Where you live plays a big roll in how soon you can grow outdoors.
We have long and bleak winters here in Buffalo, NY. Holiday decor from Hobby Lobby does help but only up to a point.
And I’ve read over and over again how working with plants increases positive mood, self-esteem, feeling of calm and optimism, and gives a sense of stability.
Sounds cheaper than therapy to me. Just like having a cat, NASA studies have indicated that plant people have tested for lower blood pressure and heart rate. Not too shabby.
So if you missed part I of my must-have plant series, you’ll want to start here.
Otherwise, keep reading to learn what other plants you need to get your hands on soon to boost your morale!
Christmas cactus, Thanksgiving cactus (shown above) or Easter Cactus
Thanksgiving cactus gets mislabelled at garden nurseries and plant store all the time as a Christmas cactus.
So if it’s keeping you up at night, the Christmas cactus has wide and flat segmented leaves that are smaller and rounder than Thanksgiving or Easter cactus.
The edges of the leaves have small scallops in contrast to Thanksgiving cactus leaves that have outward pointed claws that resemble spikes.The plant wants frequent and thorough watering, especially during its active growth period in spring and summer. Do this by keeping the soil moist.
Never let the plant completely dry out but don’t let it sit in water either. That causes the root and stem to rot.
This cactus can adapt to a low light home life. But the plant will produce blooms more happily if exposed to brighter light from time to time.
Too much direct sunlight will burn leaves. Houseplant fertilizer every other week and temps between 60-70 degrees F. would be ideal. Place plant over a tray of pebbles filled with water. This increases the humidity in your home for all your plants (and you too!)
Okay, I know I promised non-fussy plants but I just had to include the African violet as the bunches of blooms are so charming.
And if those clusters of blooms weren’t enough, the fuzzy leaves will win over your heart. Shabby chic, that’s your typical African violet.
- African violets like to be watered from the bottom and they do not like getting their leaves wet.
- Use room temperature water to keep the soil moist.
- Many do like it warm. 65 degrees F or even higher.
- Leaves getting thin and dark? That probably means they aren’t getting enough light.
- Ughhh. This is the tricky part. Fertilize every two weeks with a high phosphorous plant food, but only during summer when the plant is growing. Just like watering, over-fertilizing is more of an issue than under-fertilizing. So error on the side of caution.
- Re-pot as plant expands. Doesn’t like to be too squished. Leaves wilted? Good time to re-pot.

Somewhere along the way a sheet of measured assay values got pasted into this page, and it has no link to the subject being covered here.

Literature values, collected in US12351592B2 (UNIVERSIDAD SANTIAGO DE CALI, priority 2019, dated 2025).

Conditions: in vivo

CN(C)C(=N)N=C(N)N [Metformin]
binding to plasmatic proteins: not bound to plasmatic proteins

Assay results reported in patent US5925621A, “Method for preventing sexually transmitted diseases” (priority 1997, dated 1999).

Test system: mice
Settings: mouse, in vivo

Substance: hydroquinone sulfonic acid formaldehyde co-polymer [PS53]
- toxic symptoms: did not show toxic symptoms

- Likes loose and well-drained soil, enjoys a good dose of organic matter. When you re-pot the plant it will thank you for the new potting mix or just choose a good all-purpose potting soil.
Boston ferns on the front porch of a brick house. Stunning. Boston ferns against a backdrop of white? Whoa.
The number one reason Boston ferns die is lack of water. As soon as the soil feels dry, water the plant and mist the leaves. Mist is big here so take a shower with your Boston fern. P.S. No one has to know your secret!
Because they love, love, love humidity. So during the winter months, you could splurge on a humidifier or let them chill anywhere in your bathroom where humidity is high.
Misting does help a bit with humidity, but won’t give it all it needs. Telltale sign Boston fern craves more humidity? Leaves will turn yellow.
Since they don’t mind indirect light they’d even be content to sit on a corner shelf in your bedroom.
And again, if plant feels at all dry, give it some water or a good mist. For its birthday, maybe that sprinkle in the shower would be appropriate.
And it’s working. Geraniums kind of have the same vibe. Sometimes, I just throw mine in the basement, close my eyes, cross my fingers and pray they make it to spring. And guess what? Sometimes they do!
At least in the basement, I am never guilty of overwatering my begonias, something they intensely dislike as it causes the roots to rot. Some experts even suggest you wait until the plant is a little droopy, and then water. And when you do, water under the leaves to prevent fungal disease.
They love bright, but indirect light and humidity. So there’s no time like the present to invest in a good humidifier! And while I appreciate green foliage, sometimes I just want a good bloom to stare at.
There are some new indoor varieties like the one pictured growing so well in my bathroom. Thriving on year three now. Let this beauty dry out between waterings! Mine has gone weeks without water at times and is totally fine.
Umbrella tree (schefflera)
It’s a super low-maintenance plant and doesn’t require much of me. I’ve had my umbrella tree for about two months now and managed to keep it happy and thriving.
I attribute this to not overwatering (schefflera hate to be overwatered) and giving it the right amount of light. Yellow leaves mean you’re watering too much.
An umbrella tree is a medium light kind of plant. This means they do like bright light, but not direct light as that fries the leaves and burns them.
Too little light may cause your plant to get leggy and spindly and that’s probably not what you want. It’s all about the right balance.
They have an almost tropical look? Right?
At this park? They were literally on every branch, even the ones on the ground. So I got my kids to help me harvest a few off the fallen branches. And I still have them growing on a log!
Air plant tips:
- No soil for air plants. The moisture in the soil could cause them to rot.
- Misting is a great way to water them. If they get too wet, they will rot.
- Let them dry completely before placing in a glass terrarium.
- Prune as you would any plant. Cut off ugly roots and pinch off brown leaves. Their roots connect themselves to trees and rocks in the wild, but aren’t necessary in a home environment. Who knew!